The U.S. Army Corps of Engineers has notified the Committee on Energy and Natural Resources that it intends to issue a 50-foot-wide easement for the Dakota Access pipeline for a term of 30 years at the disputed Lake Oahe crossing and that it will waive the 14-day waiting period after notification.

“The Corps intends to execute this easement at a time that is mutually convenient to the Corps and the company, no earlier than 24 hours following delivery of this notification letter,” Deputy Assistant Secretary of the Army Paul D. Cramer wrote in a letter spelling out the parameters of the easement.

Cramer further laid out other requirements in his letter.

The company must mitigate all damage done during construction and restore and reclaim the vegetation when it is done. They must obey all applicable laws related to construction, operation and maintenance of the pipeline, as well as follow federal and state safety standards.

The pipeline must be supervised at reasonable intervals and immediately repaired if any defects or leaks are found, and plans are required that outline the response process to any spills.

Special easement conditions include responsibilities for commitments and mitigation measures outlined in the final Environmental Assessment, and consideration of Army comments prior to submission of a facility and geographical response plans and spill models.

The pipeline ran aground last year at the Lake Oahe crossing after members of the Standing Rock Sioux Tribe began a protest, concerned that their water, sacred sites and treaty rights would not be adequately protected. National environmental groups subsequently joined the fray, hoping to stop the pipeline altogether.

Members of the tribe said Tuesday they remain undaunted, and vowed to continue fighting against the pipeline through the legal system.

“The drinking water of millions of Americans is now at risk,” Tribal Chairman David Archambault II said. “We are a sovereign nation and will fight to protect our water and sacred places from the brazen private interests trying to push this pipeline through to benefit a few wealthy Americans with financial ties to the Trump administration.”

Archambault said Americans want to see a fair, balanced, lawful pipeline process.

“The environmental impact statement was wrongfully terminated,” he said. “This pipeline was unfairly rerouted across our treaty lands. The Trump administration — yet again — is poised to set a precedent that defies the law and the will of Americans and our allies around the world.”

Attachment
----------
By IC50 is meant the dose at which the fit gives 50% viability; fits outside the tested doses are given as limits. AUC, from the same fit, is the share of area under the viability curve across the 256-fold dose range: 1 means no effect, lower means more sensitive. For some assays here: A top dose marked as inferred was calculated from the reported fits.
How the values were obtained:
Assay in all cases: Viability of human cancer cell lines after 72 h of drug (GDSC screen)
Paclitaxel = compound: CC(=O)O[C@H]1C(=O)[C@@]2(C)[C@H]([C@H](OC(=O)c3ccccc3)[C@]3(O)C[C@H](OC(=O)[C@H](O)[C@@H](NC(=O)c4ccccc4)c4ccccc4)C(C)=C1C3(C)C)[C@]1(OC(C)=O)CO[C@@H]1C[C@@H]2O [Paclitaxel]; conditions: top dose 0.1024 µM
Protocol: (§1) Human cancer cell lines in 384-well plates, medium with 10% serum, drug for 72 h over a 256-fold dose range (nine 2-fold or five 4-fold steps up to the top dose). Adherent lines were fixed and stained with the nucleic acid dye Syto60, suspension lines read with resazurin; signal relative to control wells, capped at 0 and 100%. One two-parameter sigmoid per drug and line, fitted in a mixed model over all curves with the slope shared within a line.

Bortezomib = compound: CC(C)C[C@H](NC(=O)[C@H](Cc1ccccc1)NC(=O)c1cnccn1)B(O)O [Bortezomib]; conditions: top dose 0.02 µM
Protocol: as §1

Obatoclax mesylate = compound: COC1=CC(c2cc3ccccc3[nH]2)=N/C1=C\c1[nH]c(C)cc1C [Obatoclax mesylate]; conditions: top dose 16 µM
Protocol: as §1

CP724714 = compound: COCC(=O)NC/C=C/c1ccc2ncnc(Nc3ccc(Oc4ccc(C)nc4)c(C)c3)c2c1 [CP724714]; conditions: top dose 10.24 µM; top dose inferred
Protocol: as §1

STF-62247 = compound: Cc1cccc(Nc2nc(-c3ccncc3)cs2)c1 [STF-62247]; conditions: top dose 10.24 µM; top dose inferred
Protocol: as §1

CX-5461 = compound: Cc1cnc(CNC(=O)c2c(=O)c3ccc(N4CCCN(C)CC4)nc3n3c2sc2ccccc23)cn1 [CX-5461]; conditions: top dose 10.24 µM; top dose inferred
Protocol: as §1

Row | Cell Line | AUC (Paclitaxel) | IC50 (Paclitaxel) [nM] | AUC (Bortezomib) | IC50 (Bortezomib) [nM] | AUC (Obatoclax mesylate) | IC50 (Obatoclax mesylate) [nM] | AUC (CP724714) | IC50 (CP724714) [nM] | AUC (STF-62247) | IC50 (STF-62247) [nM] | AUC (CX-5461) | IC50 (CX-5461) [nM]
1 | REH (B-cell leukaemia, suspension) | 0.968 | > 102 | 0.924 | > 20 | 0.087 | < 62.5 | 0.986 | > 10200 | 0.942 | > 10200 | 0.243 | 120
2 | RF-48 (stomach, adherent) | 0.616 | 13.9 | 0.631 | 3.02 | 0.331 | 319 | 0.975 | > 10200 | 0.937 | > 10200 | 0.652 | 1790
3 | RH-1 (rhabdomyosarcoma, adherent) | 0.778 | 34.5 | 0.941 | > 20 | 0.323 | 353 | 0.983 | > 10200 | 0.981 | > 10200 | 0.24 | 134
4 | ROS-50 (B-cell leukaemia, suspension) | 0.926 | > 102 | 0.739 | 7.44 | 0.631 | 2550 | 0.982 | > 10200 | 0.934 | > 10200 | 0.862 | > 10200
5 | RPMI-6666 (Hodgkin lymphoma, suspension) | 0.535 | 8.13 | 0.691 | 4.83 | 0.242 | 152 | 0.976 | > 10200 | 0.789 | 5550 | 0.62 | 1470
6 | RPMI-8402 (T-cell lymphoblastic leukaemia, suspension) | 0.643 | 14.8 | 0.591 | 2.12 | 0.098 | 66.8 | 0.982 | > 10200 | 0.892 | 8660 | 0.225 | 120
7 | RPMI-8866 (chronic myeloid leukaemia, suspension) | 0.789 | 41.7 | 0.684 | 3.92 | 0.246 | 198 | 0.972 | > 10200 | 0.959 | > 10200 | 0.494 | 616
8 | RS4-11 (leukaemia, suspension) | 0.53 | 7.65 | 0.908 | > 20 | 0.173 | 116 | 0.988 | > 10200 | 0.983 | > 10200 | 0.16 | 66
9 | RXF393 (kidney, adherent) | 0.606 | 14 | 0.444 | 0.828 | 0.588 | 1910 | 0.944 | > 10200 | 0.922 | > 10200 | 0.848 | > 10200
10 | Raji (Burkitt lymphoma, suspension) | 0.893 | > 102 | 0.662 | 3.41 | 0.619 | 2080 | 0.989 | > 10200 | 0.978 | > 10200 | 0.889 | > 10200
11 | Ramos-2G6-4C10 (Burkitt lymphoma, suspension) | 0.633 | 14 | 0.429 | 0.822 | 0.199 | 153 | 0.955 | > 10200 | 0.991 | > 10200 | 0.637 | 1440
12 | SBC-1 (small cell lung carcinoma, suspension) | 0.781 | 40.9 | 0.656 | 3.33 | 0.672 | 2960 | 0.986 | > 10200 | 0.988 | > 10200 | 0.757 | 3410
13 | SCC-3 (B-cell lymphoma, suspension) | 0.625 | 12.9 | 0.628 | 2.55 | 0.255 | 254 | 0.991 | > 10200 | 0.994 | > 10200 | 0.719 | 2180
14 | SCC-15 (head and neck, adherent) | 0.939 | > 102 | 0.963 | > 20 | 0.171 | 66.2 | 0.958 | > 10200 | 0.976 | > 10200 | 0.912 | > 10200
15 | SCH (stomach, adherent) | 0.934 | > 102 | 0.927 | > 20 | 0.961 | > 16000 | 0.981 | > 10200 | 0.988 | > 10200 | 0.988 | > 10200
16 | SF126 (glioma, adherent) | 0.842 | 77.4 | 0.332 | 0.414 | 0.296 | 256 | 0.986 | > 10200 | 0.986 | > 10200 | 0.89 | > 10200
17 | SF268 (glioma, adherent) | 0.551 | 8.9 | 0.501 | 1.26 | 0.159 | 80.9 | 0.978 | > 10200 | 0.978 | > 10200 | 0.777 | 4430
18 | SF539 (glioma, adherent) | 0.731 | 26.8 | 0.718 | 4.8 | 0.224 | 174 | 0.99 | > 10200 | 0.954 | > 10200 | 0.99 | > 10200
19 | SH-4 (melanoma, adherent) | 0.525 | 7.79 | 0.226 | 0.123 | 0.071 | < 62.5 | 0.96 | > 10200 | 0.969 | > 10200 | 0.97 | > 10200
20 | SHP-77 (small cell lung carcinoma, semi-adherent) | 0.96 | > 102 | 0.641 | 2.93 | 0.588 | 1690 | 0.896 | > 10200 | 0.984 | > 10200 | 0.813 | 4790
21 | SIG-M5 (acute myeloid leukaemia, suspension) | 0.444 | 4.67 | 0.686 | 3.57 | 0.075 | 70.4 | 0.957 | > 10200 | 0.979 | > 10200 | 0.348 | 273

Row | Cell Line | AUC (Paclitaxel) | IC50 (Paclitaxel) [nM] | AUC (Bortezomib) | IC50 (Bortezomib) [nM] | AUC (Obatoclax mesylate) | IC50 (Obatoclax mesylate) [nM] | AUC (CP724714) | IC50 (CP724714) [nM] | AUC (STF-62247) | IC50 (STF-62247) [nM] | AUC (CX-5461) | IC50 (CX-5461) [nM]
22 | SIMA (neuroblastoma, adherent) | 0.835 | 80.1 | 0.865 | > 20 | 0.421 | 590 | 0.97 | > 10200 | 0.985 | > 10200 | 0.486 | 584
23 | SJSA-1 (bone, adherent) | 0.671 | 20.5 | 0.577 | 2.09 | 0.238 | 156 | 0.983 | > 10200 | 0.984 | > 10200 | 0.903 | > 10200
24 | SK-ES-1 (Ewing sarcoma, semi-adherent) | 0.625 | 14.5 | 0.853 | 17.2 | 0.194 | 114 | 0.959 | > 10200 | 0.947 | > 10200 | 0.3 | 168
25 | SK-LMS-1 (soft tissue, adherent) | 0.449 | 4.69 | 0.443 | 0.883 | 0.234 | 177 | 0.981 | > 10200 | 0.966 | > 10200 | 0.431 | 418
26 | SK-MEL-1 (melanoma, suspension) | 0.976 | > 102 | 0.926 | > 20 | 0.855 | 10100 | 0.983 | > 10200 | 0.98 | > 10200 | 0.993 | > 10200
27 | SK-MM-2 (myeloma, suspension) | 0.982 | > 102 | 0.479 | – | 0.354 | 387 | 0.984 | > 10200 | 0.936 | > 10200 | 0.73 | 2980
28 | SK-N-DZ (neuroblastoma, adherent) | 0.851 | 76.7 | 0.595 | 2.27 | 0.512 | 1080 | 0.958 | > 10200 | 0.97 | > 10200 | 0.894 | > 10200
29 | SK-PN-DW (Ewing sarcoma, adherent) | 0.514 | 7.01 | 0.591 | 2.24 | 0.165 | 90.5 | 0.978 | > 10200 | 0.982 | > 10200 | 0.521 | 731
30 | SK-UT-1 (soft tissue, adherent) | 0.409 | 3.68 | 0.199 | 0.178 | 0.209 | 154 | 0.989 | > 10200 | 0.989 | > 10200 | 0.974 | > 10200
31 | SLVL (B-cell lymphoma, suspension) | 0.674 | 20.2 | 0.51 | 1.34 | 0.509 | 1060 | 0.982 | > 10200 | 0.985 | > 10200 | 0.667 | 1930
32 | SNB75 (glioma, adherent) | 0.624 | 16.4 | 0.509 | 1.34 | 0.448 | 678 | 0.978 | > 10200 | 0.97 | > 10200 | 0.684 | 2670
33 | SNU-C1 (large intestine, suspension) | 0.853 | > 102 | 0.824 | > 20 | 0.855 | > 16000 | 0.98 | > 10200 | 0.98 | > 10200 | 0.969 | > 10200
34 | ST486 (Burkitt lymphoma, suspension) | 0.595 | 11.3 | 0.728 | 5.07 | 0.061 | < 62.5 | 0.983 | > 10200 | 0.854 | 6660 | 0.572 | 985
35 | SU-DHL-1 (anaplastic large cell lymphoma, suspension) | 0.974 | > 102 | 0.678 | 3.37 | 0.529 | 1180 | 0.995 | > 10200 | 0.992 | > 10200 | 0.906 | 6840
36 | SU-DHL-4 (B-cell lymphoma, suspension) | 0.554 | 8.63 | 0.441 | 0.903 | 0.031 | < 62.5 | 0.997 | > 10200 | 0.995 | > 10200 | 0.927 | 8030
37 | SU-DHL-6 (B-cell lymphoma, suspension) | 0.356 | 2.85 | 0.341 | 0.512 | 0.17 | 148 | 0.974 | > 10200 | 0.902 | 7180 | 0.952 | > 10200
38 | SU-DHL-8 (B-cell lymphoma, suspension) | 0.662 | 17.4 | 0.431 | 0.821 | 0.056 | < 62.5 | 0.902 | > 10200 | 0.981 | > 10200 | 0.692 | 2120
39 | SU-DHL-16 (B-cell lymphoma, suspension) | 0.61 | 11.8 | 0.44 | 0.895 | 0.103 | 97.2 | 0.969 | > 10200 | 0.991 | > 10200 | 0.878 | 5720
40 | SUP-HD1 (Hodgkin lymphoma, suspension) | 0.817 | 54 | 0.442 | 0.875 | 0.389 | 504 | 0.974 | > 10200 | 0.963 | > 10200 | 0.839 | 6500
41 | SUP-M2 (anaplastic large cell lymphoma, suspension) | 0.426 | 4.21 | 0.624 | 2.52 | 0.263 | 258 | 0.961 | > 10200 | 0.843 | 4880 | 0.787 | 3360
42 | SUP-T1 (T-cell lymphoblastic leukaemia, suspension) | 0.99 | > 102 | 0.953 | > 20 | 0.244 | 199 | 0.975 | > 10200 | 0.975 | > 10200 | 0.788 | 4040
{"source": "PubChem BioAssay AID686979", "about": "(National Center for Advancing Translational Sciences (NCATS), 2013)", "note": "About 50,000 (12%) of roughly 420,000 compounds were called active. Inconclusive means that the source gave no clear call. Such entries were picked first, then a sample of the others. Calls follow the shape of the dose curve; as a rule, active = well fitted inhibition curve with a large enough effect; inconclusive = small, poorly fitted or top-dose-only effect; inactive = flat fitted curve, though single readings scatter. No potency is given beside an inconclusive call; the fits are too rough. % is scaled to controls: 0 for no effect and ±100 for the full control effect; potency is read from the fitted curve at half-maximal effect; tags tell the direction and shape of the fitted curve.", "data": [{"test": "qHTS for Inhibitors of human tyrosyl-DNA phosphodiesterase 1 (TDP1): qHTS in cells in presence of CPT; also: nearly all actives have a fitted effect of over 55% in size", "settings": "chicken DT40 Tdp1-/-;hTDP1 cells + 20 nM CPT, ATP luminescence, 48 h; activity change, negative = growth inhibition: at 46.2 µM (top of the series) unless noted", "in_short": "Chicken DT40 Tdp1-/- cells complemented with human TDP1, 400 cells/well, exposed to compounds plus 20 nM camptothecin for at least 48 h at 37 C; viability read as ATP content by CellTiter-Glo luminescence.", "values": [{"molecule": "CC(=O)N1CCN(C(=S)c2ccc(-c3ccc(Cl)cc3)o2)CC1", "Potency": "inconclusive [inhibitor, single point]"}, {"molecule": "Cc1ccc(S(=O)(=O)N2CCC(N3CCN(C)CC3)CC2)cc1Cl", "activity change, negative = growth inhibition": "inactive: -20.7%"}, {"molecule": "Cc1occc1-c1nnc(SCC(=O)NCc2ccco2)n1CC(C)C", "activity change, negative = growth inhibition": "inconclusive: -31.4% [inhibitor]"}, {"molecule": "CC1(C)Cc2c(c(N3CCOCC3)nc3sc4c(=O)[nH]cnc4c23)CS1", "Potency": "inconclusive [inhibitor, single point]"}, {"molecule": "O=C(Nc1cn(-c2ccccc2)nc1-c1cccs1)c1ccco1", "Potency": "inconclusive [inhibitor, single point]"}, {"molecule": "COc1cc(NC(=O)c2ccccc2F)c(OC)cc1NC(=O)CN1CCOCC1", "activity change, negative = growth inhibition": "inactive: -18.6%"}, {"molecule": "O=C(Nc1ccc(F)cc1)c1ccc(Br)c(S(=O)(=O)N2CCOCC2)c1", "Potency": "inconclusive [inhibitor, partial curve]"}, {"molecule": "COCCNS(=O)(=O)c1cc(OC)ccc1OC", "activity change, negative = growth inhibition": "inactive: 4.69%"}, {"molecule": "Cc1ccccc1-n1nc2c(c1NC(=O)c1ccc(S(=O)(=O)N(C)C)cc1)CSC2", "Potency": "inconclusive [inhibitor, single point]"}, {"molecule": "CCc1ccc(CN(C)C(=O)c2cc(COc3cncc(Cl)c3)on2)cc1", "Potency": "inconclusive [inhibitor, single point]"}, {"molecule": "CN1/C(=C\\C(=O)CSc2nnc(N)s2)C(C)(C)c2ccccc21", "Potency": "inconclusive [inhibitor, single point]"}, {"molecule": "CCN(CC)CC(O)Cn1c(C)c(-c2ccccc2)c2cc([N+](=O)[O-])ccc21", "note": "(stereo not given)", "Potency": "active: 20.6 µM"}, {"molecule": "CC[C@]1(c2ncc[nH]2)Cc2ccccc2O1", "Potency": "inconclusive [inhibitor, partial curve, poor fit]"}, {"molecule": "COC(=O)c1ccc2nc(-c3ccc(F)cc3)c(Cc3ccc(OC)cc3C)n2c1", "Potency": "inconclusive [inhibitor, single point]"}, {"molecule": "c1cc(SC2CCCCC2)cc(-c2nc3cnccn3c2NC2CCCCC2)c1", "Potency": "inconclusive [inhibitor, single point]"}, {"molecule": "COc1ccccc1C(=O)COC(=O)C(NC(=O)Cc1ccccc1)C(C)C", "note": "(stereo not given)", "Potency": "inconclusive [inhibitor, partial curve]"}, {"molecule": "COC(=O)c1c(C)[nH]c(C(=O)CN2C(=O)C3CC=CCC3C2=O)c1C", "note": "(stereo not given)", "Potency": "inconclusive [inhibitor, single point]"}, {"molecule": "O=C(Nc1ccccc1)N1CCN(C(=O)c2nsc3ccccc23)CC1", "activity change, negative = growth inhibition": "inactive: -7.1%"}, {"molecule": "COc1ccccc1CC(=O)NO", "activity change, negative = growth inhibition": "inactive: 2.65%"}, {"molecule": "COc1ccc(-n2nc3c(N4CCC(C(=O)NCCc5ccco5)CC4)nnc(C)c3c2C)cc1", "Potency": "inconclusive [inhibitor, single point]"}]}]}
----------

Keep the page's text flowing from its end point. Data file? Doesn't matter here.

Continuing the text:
Members of the Standing Rock Tribe said the reversal continues a historic pattern of broken promises to Indian tribes, and said they will continue to push for their treaty rights to be acknowledged and protected.

The Tribe plans a Native Nations march on Washington D.C. March 10.

“We ask that our allies join us in demanding that Congress demand a fair and accurate process,” he said. “Our fight is no longer at the North Dakota site itself. Our fight is with Congress and the Trump administration.”

Industry groups, meanwhile, argue that Dakota Access was lawfully permitted, and that two federal courts had already signed off on the process used to site it.

“This is the only reasonable option for a lawfully permitted pipeline that is 97 percent complete, and will provide a safer alternative to rail,” said Kevin Pranis, marketing manager for the Laborers Union International of North America. The union has a number of members who are working on the pipeline. “Fortunately Dakota Access was built by skilled union craftsmen and women working with strong oversight of Federal regulators, so we’re confident that Energy Transfer Partners will prove the critics wrong by operating a safe pipeline.”

Craig Stevens, spokesman for the MAIN Coalition, which supports infrastructure projects, said issuing the easement for a pipeline that has met all required parameters is what the law requires in this case.

“We’re pleased that the Trump administration has followed the counsel of the Army Corps of Engineers and the letter of the law by indicating its intention to issue the final easement for the Dakota Access pipeline,” he said. “Today’s action sends a strong positive signal to those individuals and companies seeking to invest in the U.S. and will help strengthen our economy and create jobs.”

Sen. John Hoeven, R-N.D., said the pipeline is being built with the latest safeguards and technology and is infrastructure vital to national energy independence.

“Our nation needs new energy infrastructure, which means we must have a process to build safe, efficient and environmentally sound projects like pipelines and power lines,” he said. “Going forward, we need to review the permitting process to ensure that everyone has an opportunity to be heard, and that a fair, certain and legal process has been followed.”

Sen. Heidi Heitkamp, D-N.D., meanwhile said it was past time for a decision to be issued.

“For the North Dakota families, workers and tribes who have felt the impact of the Dakota Access pipeline conflict every day — today’s announcement by the U.S. Army Corps of Engineers brings this issue one step closer to final resolution — and delivers the certainty and clarity I’ve been demanding.”

Hoeven and Heitkamp both said they are pressing for law enforcement resources and personnel to support authorities in Morton County. North Dakota has spent in excess of $22 million since the protest began.

Additional Bureau of Indian Affairs officers have been sent to the site recently to assist, as members of the Standing Rock Tribe have voted to close the three protest camps because they lie in a floodplain.

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